My wife, however, is from the Samaritan community and I thank God we are happy together as a couple. Together we have one son and one daughter. I hope they can find someone from our village to marry.
The Samaritan community is especially known for our special math. Palestinian Muslims and Israeli Jews all come to us for our calendars and calculations. We can tell you when the holy days like Ramadan will be for the next 600 years.
They will also come to visit us when they have personal problems. If a husband and wife are having trouble with each other, the high priest might give them a different name to call one another. This comes from God changing Abram’s name to Abraham and Sarai’s name to Sarah so they might have children late in their lives. The new spiritual name from the priest re-identifies them as a person that you should love as a gift from God. From this moment, they are no longer the spouse you have been quarrelling with. They are someone new. Names are powerful.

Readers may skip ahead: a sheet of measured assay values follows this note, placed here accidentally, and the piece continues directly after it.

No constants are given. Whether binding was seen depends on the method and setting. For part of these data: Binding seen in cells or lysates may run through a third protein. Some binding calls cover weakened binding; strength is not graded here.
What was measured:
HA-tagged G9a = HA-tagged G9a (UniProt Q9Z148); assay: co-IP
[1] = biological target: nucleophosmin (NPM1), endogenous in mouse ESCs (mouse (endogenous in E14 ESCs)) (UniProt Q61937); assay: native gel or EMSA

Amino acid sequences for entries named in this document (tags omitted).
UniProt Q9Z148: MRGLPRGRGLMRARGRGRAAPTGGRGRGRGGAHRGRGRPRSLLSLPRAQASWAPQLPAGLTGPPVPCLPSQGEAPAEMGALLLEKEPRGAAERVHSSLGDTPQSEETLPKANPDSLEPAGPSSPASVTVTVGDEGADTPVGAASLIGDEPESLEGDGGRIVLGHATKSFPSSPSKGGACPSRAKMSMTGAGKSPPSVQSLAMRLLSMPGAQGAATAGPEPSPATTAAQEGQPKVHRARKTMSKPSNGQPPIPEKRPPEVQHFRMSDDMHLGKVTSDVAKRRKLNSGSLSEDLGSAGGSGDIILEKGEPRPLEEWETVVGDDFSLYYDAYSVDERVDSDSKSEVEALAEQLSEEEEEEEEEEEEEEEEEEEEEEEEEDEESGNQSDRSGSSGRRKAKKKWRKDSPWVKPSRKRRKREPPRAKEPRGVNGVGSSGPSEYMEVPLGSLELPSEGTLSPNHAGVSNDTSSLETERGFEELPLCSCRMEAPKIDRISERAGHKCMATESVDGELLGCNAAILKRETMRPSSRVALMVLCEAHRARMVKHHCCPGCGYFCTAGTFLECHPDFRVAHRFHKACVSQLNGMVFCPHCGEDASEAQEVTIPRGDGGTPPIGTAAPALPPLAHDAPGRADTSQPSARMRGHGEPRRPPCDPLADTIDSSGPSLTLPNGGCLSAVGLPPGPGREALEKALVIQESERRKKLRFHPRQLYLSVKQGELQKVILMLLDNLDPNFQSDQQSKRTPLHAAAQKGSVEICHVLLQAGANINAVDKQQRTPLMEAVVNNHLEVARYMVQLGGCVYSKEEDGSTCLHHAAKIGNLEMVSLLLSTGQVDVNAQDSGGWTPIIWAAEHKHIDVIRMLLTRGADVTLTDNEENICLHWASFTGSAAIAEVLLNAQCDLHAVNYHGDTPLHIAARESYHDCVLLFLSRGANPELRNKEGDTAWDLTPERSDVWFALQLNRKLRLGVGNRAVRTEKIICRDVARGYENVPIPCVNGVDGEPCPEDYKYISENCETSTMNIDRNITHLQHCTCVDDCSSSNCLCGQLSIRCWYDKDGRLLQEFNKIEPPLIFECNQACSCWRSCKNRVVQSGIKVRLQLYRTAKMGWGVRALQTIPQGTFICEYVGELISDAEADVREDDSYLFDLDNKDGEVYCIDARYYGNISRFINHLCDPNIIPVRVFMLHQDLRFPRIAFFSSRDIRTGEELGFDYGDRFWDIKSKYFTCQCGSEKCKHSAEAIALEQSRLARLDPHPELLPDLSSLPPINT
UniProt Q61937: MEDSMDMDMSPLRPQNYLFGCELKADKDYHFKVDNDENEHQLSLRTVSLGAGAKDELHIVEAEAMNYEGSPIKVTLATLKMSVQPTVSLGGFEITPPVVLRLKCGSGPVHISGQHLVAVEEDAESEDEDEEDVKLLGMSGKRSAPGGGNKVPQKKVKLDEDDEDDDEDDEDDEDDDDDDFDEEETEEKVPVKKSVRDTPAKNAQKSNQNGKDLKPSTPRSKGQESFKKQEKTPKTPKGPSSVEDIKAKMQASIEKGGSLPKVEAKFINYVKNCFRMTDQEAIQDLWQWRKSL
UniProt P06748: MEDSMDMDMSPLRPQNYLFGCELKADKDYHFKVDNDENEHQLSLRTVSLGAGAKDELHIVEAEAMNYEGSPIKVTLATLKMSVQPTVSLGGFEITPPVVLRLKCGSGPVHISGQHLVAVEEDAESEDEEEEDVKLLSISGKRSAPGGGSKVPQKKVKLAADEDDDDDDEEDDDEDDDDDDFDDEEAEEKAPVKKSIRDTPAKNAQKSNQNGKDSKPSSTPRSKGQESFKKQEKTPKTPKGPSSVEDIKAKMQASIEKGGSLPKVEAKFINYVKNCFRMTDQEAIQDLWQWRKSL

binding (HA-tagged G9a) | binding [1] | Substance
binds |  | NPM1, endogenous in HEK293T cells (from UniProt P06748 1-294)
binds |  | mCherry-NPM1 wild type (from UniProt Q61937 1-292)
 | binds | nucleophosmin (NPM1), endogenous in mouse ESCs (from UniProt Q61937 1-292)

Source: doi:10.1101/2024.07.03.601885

Maybe a husband is cheating on his wife or someone is putting bad energy on you. I am one of the people who can fix these problems. I ask you the name of your mother, have you touch the Torah, and I read the lines of your hand. I have a secret book written in ancient Hebrew that has been passed down to me by my father called the Aljees. I take all of your information and apply it to the code inside of the book. It is with this code that I make the calculation for you. Whatever the calculation is, I will write it on a piece of paper. This paper which we call Shabat will be soaked in hot water with tea and you will drink it. This will solve the problem.
I truly believe that if the Jews and the Palestinians would let us all sit down and make a calculation for peace, we could make everyone happy. The calculation is how we Samaritan make our math, and our math will give you the truth.